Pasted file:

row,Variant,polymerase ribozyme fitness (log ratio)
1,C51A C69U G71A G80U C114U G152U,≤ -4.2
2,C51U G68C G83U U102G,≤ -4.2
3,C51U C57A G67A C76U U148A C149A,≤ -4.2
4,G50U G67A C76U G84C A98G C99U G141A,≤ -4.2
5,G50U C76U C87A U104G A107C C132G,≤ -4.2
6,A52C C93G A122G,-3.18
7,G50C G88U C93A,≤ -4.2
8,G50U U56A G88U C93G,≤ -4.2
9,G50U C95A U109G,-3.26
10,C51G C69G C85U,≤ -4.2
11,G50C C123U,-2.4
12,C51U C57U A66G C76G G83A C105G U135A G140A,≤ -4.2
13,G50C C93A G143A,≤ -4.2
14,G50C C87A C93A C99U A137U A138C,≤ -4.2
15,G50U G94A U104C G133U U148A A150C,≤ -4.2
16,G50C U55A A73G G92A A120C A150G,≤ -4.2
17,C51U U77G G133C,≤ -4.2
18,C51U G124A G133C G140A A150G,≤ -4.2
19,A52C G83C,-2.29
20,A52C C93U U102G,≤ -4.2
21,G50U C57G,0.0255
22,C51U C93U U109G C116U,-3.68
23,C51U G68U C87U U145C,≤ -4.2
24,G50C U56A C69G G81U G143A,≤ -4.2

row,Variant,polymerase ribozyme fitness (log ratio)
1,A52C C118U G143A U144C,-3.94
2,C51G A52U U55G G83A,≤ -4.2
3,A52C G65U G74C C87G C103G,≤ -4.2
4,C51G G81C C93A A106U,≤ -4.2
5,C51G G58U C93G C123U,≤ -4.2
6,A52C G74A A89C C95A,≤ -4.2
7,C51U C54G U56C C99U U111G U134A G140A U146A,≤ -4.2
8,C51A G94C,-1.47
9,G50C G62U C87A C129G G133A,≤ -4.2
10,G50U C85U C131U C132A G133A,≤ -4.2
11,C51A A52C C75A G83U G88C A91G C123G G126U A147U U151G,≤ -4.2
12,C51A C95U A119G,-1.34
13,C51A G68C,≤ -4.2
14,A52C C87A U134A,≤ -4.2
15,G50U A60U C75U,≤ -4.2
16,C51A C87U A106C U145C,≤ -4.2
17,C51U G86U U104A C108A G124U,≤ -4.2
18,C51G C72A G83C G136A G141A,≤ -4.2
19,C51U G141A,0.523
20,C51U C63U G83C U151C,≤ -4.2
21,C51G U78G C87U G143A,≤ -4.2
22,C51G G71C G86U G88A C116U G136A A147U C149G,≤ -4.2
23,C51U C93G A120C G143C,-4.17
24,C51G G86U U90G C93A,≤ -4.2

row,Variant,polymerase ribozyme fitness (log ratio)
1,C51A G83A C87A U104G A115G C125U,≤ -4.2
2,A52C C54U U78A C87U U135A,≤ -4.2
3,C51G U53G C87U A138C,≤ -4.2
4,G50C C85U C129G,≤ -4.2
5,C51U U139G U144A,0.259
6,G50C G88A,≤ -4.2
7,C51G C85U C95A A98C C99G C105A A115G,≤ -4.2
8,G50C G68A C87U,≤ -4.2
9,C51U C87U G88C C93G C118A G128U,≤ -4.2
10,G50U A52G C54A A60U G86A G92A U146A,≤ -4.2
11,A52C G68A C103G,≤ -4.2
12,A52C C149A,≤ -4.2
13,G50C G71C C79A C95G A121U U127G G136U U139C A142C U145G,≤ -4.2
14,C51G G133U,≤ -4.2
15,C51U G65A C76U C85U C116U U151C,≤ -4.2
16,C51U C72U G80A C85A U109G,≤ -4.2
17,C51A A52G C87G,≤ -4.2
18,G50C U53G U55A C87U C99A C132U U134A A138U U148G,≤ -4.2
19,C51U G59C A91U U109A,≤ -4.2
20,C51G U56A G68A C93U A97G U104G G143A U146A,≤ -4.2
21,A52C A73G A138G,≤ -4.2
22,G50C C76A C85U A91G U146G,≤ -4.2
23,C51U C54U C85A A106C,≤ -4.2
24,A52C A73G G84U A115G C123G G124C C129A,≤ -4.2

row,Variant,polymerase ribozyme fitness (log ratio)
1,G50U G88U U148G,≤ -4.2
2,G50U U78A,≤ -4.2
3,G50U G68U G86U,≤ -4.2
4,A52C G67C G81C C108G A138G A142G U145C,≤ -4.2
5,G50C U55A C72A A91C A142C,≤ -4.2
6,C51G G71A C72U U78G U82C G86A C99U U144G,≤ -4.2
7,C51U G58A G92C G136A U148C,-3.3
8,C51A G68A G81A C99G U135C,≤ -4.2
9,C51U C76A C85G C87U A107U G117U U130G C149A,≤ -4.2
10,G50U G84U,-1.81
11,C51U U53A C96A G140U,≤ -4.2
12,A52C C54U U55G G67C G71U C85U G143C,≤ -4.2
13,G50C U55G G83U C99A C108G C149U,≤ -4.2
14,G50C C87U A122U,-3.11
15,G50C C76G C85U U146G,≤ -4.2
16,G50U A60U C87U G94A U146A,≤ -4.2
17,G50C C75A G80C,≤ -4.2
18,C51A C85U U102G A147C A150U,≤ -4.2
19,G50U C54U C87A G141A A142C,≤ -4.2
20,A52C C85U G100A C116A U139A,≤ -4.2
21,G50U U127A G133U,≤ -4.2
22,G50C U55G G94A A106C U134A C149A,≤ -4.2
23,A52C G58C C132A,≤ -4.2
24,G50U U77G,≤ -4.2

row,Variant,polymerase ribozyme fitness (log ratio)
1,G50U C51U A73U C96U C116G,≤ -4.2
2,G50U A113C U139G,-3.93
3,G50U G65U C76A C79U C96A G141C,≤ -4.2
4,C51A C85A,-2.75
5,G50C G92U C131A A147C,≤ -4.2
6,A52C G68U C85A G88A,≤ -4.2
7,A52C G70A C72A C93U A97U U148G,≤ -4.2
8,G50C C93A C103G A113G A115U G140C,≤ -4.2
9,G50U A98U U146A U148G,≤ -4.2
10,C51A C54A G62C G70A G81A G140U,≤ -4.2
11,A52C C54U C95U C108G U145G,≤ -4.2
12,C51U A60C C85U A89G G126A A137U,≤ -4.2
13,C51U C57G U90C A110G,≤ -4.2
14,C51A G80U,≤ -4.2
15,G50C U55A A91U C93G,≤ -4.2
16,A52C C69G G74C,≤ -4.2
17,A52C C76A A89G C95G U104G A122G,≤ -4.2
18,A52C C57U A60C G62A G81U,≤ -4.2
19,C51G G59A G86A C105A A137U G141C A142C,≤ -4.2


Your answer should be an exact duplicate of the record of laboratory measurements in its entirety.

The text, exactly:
row,Variant,polymerase ribozyme fitness (log ratio)
1,C51A C69U G71A G80U C114U G152U,≤ -4.2
2,C51U G68C G83U U102G,≤ -4.2
3,C51U C57A G67A C76U U148A C149A,≤ -4.2
4,G50U G67A C76U G84C A98G C99U G141A,≤ -4.2
5,G50U C76U C87A U104G A107C C132G,≤ -4.2
6,A52C C93G A122G,-3.18
7,G50C G88U C93A,≤ -4.2
8,G50U U56A G88U C93G,≤ -4.2
9,G50U C95A U109G,-3.26
10,C51G C69G C85U,≤ -4.2
11,G50C C123U,-2.4
12,C51U C57U A66G C76G G83A C105G U135A G140A,≤ -4.2
13,G50C C93A G143A,≤ -4.2
14,G50C C87A C93A C99U A137U A138C,≤ -4.2
15,G50U G94A U104C G133U U148A A150C,≤ -4.2
16,G50C U55A A73G G92A A120C A150G,≤ -4.2
17,C51U U77G G133C,≤ -4.2
18,C51U G124A G133C G140A A150G,≤ -4.2
19,A52C G83C,-2.29
20,A52C C93U U102G,≤ -4.2
21,G50U C57G,0.0255
22,C51U C93U U109G C116U,-3.68
23,C51U G68U C87U U145C,≤ -4.2
24,G50C U56A C69G G81U G143A,≤ -4.2

row,Variant,polymerase ribozyme fitness (log ratio)
1,A52C C118U G143A U144C,-3.94
2,C51G A52U U55G G83A,≤ -4.2
3,A52C G65U G74C C87G C103G,≤ -4.2
4,C51G G81C C93A A106U,≤ -4.2
5,C51G G58U C93G C123U,≤ -4.2
6,A52C G74A A89C C95A,≤ -4.2
7,C51U C54G U56C C99U U111G U134A G140A U146A,≤ -4.2
8,C51A G94C,-1.47
9,G50C G62U C87A C129G G133A,≤ -4.2
10,G50U C85U C131U C132A G133A,≤ -4.2
11,C51A A52C C75A G83U G88C A91G C123G G126U A147U U151G,≤ -4.2
12,C51A C95U A119G,-1.34
13,C51A G68C,≤ -4.2
14,A52C C87A U134A,≤ -4.2
15,G50U A60U C75U,≤ -4.2
16,C51A C87U A106C U145C,≤ -4.2
17,C51U G86U U104A C108A G124U,≤ -4.2
18,C51G C72A G83C G136A G141A,≤ -4.2
19,C51U G141A,0.523
20,C51U C63U G83C U151C,≤ -4.2
21,C51G U78G C87U G143A,≤ -4.2
22,C51G G71C G86U G88A C116U G136A A147U C149G,≤ -4.2
23,C51U C93G A120C G143C,-4.17
24,C51G G86U U90G C93A,≤ -4.2

row,Variant,polymerase ribozyme fitness (log ratio)
1,C51A G83A C87A U104G A115G C125U,≤ -4.2
2,A52C C54U U78A C87U U135A,≤ -4.2
3,C51G U53G C87U A138C,≤ -4.2
4,G50C C85U C129G,≤ -4.2
5,C51U U139G U144A,0.259
6,G50C G88A,≤ -4.2
7,C51G C85U C95A A98C C99G C105A A115G,≤ -4.2
8,G50C G68A C87U,≤ -4.2
9,C51U C87U G88C C93G C118A G128U,≤ -4.2
10,G50U A52G C54A A60U G86A G92A U146A,≤ -4.2
11,A52C G68A C103G,≤ -4.2
12,A52C C149A,≤ -4.2
13,G50C G71C C79A C95G A121U U127G G136U U139C A142C U145G,≤ -4.2
14,C51G G133U,≤ -4.2
15,C51U G65A C76U C85U C116U U151C,≤ -4.2
16,C51U C72U G80A C85A U109G,≤ -4.2
17,C51A A52G C87G,≤ -4.2
18,G50C U53G U55A C87U C99A C132U U134A A138U U148G,≤ -4.2
19,C51U G59C A91U U109A,≤ -4.2
20,C51G U56A G68A C93U A97G U104G G143A U146A,≤ -4.2
21,A52C A73G A138G,≤ -4.2
22,G50C C76A C85U A91G U146G,≤ -4.2
23,C51U C54U C85A A106C,≤ -4.2
24,A52C A73G G84U A115G C123G G124C C129A,≤ -4.2

row,Variant,polymerase ribozyme fitness (log ratio)
1,G50U G88U U148G,≤ -4.2
2,G50U U78A,≤ -4.2
3,G50U G68U G86U,≤ -4.2
4,A52C G67C G81C C108G A138G A142G U145C,≤ -4.2
5,G50C U55A C72A A91C A142C,≤ -4.2
6,C51G G71A C72U U78G U82C G86A C99U U144G,≤ -4.2
7,C51U G58A G92C G136A U148C,-3.3
8,C51A G68A G81A C99G U135C,≤ -4.2
9,C51U C76A C85G C87U A107U G117U U130G C149A,≤ -4.2
10,G50U G84U,-1.81
11,C51U U53A C96A G140U,≤ -4.2
12,A52C C54U U55G G67C G71U C85U G143C,≤ -4.2
13,G50C U55G G83U C99A C108G C149U,≤ -4.2
14,G50C C87U A122U,-3.11
15,G50C C76G C85U U146G,≤ -4.2
16,G50U A60U C87U G94A U146A,≤ -4.2
17,G50C C75A G80C,≤ -4.2
18,C51A C85U U102G A147C A150U,≤ -4.2
19,G50U C54U C87A G141A A142C,≤ -4.2
20,A52C C85U G100A C116A U139A,≤ -4.2
21,G50U U127A G133U,≤ -4.2
22,G50C U55G G94A A106C U134A C149A,≤ -4.2
23,A52C G58C C132A,≤ -4.2
24,G50U U77G,≤ -4.2

row,Variant,polymerase ribozyme fitness (log ratio)
1,G50U C51U A73U C96U C116G,≤ -4.2
2,G50U A113C U139G,-3.93
3,G50U G65U C76A C79U C96A G141C,≤ -4.2
4,C51A C85A,-2.75
5,G50C G92U C131A A147C,≤ -4.2
6,A52C G68U C85A G88A,≤ -4.2
7,A52C G70A C72A C93U A97U U148G,≤ -4.2
8,G50C C93A C103G A113G A115U G140C,≤ -4.2
9,G50U A98U U146A U148G,≤ -4.2
10,C51A C54A G62C G70A G81A G140U,≤ -4.2
11,A52C C54U C95U C108G U145G,≤ -4.2
12,C51U A60C C85U A89G G126A A137U,≤ -4.2
13,C51U C57G U90C A110G,≤ -4.2
14,C51A G80U,≤ -4.2
15,G50C U55A A91U C93G,≤ -4.2
16,A52C C69G G74C,≤ -4.2
17,A52C C76A A89G C95G U104G A122G,≤ -4.2
18,A52C C57U A60C G62A G81U,≤ -4.2
19,C51G G59A G86A C105A A137U G141C A142C,≤ -4.2